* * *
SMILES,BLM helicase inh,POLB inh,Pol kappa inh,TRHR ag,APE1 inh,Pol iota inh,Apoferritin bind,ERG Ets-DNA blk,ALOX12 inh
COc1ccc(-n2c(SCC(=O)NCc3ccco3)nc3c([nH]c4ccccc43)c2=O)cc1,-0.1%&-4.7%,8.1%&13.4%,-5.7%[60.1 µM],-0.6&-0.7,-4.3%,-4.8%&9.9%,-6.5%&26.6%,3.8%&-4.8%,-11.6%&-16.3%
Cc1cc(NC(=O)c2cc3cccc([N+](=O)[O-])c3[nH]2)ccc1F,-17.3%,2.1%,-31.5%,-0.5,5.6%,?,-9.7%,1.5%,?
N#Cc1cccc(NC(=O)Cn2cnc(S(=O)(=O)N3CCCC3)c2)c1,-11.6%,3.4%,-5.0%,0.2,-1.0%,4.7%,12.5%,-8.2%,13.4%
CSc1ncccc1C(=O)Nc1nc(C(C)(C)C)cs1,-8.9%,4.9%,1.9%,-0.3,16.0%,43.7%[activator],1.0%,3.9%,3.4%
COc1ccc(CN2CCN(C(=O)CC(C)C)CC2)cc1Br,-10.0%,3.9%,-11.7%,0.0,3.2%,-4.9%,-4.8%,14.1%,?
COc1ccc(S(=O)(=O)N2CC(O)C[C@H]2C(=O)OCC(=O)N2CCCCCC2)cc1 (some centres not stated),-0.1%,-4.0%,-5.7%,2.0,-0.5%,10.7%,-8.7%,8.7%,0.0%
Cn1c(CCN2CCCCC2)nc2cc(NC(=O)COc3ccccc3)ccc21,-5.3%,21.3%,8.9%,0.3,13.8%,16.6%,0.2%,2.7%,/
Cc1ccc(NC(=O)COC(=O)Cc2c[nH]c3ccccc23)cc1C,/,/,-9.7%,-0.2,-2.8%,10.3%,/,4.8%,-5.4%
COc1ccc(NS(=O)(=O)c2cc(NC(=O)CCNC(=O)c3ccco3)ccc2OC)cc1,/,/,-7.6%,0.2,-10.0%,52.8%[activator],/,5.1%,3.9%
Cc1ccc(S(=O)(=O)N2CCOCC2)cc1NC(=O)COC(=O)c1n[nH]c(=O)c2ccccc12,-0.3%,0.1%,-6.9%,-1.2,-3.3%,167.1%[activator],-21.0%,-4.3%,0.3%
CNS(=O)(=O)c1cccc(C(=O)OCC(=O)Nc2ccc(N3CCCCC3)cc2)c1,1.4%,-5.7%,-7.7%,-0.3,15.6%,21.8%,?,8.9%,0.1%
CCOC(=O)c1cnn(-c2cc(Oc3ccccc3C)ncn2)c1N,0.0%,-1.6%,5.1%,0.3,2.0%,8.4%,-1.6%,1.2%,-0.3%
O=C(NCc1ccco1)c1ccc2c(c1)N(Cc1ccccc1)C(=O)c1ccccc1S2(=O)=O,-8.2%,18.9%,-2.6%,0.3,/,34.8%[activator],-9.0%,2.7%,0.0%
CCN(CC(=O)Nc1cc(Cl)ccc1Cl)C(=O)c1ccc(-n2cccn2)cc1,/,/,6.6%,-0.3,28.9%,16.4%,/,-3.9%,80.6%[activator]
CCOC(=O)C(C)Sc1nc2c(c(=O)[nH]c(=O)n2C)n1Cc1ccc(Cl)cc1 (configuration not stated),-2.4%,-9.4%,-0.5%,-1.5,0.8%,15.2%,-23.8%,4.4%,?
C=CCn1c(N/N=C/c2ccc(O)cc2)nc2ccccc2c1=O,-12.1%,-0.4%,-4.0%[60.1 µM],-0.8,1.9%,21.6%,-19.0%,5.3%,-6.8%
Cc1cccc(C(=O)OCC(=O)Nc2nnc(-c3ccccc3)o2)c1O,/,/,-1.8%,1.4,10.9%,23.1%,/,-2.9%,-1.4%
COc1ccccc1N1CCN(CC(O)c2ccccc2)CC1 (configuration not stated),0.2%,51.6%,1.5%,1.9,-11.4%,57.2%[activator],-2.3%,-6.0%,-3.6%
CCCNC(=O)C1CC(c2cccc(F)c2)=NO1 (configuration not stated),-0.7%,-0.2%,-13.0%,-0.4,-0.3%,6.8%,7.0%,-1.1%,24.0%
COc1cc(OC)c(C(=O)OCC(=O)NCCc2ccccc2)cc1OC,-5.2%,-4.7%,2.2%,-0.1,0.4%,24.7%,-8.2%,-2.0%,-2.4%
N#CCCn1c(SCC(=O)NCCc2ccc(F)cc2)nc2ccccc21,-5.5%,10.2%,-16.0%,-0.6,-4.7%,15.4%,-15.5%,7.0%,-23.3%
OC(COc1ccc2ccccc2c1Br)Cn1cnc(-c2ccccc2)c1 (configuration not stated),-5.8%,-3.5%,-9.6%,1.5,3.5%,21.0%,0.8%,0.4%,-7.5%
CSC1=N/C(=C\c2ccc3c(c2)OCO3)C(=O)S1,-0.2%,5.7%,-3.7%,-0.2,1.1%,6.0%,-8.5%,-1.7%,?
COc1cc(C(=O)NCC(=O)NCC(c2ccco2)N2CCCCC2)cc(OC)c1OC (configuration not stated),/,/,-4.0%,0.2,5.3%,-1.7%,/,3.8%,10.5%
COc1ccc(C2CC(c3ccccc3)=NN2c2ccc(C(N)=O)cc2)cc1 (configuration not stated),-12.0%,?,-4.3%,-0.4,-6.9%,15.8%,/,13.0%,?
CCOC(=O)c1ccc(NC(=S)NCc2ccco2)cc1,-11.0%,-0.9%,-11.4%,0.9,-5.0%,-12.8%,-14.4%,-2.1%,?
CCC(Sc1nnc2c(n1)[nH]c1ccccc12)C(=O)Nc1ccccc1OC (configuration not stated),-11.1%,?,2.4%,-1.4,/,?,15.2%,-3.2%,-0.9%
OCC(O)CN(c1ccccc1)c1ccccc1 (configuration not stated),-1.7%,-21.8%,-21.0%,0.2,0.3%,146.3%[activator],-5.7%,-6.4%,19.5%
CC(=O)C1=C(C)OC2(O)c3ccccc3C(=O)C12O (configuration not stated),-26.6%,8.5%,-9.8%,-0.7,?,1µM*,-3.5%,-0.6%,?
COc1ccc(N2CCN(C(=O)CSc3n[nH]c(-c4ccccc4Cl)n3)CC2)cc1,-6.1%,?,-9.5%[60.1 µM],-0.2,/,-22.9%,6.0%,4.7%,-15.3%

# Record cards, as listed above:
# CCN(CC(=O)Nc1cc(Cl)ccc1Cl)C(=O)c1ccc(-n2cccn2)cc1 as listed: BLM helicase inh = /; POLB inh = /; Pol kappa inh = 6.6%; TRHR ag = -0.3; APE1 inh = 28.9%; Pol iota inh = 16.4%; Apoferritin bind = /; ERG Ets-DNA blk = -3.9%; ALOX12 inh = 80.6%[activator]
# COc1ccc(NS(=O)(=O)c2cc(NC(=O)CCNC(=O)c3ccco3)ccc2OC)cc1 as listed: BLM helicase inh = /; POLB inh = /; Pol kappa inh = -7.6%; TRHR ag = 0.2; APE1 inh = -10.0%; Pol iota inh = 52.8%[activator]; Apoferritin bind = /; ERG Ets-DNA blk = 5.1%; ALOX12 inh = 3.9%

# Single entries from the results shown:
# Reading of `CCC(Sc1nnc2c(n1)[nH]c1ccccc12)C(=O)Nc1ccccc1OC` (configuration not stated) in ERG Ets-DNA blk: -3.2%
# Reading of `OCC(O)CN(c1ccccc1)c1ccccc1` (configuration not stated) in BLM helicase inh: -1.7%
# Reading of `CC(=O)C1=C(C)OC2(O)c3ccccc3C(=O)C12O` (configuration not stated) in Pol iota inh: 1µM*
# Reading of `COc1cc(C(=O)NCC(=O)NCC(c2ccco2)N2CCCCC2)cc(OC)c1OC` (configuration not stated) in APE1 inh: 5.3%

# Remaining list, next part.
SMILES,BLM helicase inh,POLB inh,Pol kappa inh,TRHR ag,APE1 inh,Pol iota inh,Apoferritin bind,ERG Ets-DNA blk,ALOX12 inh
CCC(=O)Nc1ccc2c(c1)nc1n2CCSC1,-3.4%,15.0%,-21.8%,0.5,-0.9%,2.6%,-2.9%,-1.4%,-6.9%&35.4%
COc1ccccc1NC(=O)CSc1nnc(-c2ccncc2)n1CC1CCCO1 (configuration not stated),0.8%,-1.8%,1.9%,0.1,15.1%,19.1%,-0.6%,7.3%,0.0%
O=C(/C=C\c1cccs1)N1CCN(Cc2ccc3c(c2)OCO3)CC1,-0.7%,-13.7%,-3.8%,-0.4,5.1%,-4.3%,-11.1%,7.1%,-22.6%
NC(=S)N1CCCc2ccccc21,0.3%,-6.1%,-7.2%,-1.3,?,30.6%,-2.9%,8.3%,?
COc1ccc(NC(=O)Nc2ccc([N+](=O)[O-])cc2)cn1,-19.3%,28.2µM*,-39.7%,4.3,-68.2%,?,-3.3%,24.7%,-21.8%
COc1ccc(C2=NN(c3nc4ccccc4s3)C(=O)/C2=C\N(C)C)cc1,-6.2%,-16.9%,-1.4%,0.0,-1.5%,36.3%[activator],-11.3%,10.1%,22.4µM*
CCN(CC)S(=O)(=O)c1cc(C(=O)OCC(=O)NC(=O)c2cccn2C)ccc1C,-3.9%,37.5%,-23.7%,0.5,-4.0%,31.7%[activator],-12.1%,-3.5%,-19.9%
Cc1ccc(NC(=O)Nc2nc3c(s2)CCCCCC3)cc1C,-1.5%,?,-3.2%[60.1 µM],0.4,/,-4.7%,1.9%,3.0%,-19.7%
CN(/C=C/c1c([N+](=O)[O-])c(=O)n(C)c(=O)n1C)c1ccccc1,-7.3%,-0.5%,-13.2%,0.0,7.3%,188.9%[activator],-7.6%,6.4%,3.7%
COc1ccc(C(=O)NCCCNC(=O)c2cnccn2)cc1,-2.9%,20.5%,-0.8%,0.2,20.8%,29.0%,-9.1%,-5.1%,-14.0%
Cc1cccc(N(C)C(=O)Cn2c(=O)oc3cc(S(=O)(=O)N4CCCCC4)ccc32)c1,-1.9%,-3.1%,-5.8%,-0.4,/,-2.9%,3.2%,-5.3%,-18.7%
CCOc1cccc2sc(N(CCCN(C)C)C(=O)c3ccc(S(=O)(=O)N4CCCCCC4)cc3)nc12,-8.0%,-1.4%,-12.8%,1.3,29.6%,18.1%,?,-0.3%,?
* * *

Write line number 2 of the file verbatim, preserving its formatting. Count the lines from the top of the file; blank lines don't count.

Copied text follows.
COc1ccc(-n2c(SCC(=O)NCc3ccco3)nc3c([nH]c4ccccc43)c2=O)cc1,-0.1%&-4.7%,8.1%&13.4%,-5.7%[60.1 µM],-0.6&-0.7,-4.3%,-4.8%&9.9%,-6.5%&26.6%,3.8%&-4.8%,-11.6%&-16.3%